Improvisation is the core of jazz composition.
Listening for the first time to Julia in Love, Fiori in Neve, Vento del Nilo, Sospensione or La Rosa e le labbra, one may grasp tender emotions similarly delivered by Ennio Morricone, Nino Rota, Erik Satie, Vladimir Horowitz, or perhaps Bill Evans. Listen more deeply, then the elegant chords and measures resonate a delectable style of improvisation that can only belong to Danilo Rea, one of Italy’s most respected and gifted pianists and composers. From his picturesque hometown in Rome to congested Tokyo, Danilo delighted Japanese with his melodic compositions, accompanied by trumpeter Flavio Boltro’s powerful performance at the Bulgari Ginza Tower last May.
The infectious air and mystery of Japan is not new to Danilo. In 1982, he first arrived in Japan, fledgling and adventurous, groomed by versatile trumpeter and composer Nino Rosso. For many years, henceforth, the two talented artists toured all over Japan from Hokkaido to Kyushu, where their music sprinkled sweet sounds from generation to generation. Danilo recalls some of his best memories in Japan.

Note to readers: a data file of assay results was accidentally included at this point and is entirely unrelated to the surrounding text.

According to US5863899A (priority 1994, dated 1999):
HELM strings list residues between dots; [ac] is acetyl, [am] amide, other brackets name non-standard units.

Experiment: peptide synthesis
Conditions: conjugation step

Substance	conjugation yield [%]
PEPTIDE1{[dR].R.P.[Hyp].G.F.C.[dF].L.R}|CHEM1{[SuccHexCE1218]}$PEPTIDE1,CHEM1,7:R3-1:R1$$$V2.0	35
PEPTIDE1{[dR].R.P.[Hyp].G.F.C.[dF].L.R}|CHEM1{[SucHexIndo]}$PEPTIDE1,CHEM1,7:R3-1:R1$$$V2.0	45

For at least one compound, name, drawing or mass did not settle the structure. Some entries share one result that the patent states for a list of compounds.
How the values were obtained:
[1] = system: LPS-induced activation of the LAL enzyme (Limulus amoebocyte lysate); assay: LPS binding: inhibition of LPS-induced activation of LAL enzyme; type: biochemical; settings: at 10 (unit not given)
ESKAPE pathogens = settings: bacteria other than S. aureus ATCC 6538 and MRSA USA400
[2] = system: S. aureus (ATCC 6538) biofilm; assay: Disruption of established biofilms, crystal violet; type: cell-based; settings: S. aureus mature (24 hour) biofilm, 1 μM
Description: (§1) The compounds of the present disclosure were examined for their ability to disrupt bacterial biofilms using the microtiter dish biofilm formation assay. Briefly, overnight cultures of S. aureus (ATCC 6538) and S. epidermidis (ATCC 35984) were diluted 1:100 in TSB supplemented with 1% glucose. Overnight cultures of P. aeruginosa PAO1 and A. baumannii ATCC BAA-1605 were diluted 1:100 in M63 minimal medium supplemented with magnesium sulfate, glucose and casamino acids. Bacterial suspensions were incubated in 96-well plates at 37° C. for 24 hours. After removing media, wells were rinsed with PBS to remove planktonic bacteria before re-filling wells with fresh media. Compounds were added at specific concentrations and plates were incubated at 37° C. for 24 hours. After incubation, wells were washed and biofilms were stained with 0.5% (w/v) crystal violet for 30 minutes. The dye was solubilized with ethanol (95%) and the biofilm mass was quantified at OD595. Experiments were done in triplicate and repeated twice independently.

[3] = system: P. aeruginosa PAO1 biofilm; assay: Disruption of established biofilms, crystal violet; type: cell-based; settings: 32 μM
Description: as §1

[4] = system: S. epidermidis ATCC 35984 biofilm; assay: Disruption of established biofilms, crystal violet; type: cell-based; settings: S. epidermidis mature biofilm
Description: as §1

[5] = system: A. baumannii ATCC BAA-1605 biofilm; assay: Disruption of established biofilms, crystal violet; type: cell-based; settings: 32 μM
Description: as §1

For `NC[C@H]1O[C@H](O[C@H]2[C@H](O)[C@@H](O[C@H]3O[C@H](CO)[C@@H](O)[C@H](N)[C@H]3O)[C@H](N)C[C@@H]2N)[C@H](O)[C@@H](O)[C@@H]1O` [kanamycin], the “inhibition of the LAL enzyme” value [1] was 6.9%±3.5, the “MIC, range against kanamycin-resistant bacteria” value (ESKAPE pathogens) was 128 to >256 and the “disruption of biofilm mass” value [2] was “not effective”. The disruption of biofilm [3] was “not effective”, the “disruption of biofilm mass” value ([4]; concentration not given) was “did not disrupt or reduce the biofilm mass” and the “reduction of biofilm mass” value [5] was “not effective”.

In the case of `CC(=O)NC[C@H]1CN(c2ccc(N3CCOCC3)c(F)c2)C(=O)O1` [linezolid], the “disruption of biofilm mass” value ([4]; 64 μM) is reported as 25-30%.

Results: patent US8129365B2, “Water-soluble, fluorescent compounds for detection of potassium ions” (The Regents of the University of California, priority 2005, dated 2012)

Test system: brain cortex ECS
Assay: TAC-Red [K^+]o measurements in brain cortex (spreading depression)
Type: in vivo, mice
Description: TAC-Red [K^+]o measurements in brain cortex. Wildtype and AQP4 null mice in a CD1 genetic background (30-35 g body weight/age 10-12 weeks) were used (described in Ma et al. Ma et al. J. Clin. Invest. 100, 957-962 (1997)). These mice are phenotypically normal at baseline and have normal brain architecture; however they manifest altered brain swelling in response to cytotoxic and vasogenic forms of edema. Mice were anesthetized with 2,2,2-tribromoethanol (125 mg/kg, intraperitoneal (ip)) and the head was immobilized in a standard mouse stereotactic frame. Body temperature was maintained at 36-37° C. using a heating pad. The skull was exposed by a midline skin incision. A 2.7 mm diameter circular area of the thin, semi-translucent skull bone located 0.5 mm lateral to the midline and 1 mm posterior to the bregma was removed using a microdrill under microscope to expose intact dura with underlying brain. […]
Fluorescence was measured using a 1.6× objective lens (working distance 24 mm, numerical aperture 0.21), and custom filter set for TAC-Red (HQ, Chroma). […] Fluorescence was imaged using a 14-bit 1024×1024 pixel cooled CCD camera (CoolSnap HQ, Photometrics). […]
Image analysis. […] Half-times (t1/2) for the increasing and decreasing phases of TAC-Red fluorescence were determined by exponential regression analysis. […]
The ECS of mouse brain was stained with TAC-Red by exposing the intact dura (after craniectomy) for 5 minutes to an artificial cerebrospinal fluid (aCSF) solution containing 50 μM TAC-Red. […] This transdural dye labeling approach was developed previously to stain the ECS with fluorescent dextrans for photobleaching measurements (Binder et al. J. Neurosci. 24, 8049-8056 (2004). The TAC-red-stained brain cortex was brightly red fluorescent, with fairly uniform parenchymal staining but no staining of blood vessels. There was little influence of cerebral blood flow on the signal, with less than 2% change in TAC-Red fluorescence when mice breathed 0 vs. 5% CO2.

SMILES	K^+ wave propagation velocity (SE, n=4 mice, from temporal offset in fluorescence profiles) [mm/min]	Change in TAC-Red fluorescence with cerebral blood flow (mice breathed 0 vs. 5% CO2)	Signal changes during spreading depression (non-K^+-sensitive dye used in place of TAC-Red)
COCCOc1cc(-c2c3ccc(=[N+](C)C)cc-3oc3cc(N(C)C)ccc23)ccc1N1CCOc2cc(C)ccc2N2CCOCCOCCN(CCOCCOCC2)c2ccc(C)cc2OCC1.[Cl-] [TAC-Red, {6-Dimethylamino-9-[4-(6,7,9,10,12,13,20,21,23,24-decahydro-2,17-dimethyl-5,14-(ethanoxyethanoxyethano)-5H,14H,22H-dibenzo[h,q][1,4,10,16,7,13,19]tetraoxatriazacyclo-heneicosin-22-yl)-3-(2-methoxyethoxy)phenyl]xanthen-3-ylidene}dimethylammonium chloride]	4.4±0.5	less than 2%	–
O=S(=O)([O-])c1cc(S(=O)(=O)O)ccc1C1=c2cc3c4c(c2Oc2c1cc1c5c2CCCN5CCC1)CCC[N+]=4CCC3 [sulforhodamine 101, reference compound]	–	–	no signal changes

Danilo Rea: Surely, my first trip to Japan around 1982 was so unforgettable. I was just like a kid, and everything in Japan was so new and different from Italy. After coming to Japan so often, I could see how Japanese are so knowledgeable about music. I remember Nino Rosso telling me before one concert, “Danilo, tonight you have to play a classical piece by Beethoven. Remember, Japanese know every note of a Beethoven piece; you cannot make a mistake”. (laughs)
A wide knowledge of music was not the only surprise for Danilo then. For the past thirty years, the Japanese adherence to their traditions, coupled with their zest for Westernization had also intrigued Danilo immensely.
The other night, Flavio (Boltro) and I were talking about this aspect of tradition. Everything in Tokyo is so modern, but you can see and feel that tradition is still very much intact in the Japanese lifestyle. We wished we could see and feel this same way of embracing tradition in Italy. Italy has such a rich and very important history, and a long line of great masters in art, music, science, literature, mathematics, philosophy... that any Italian can be proud of. Yet, in everyday life, Italians no longer manifest tradition—tradition in respect for elders, tradition in good manners, and more importantly, a strong belief in one’s work, in what we do. We have lost “it”. It is very sad. Italian musicians, for example, should believe more in their own work, and put trust in their roots and tradition.
Having graduated from the Santa Cecilia Music Conservatory in Rome, Danilo’s music education was surely founded on severe classical methods, but in his later years, he developed the compelling desire to improvise, and this he knew could only be possible through Jazz.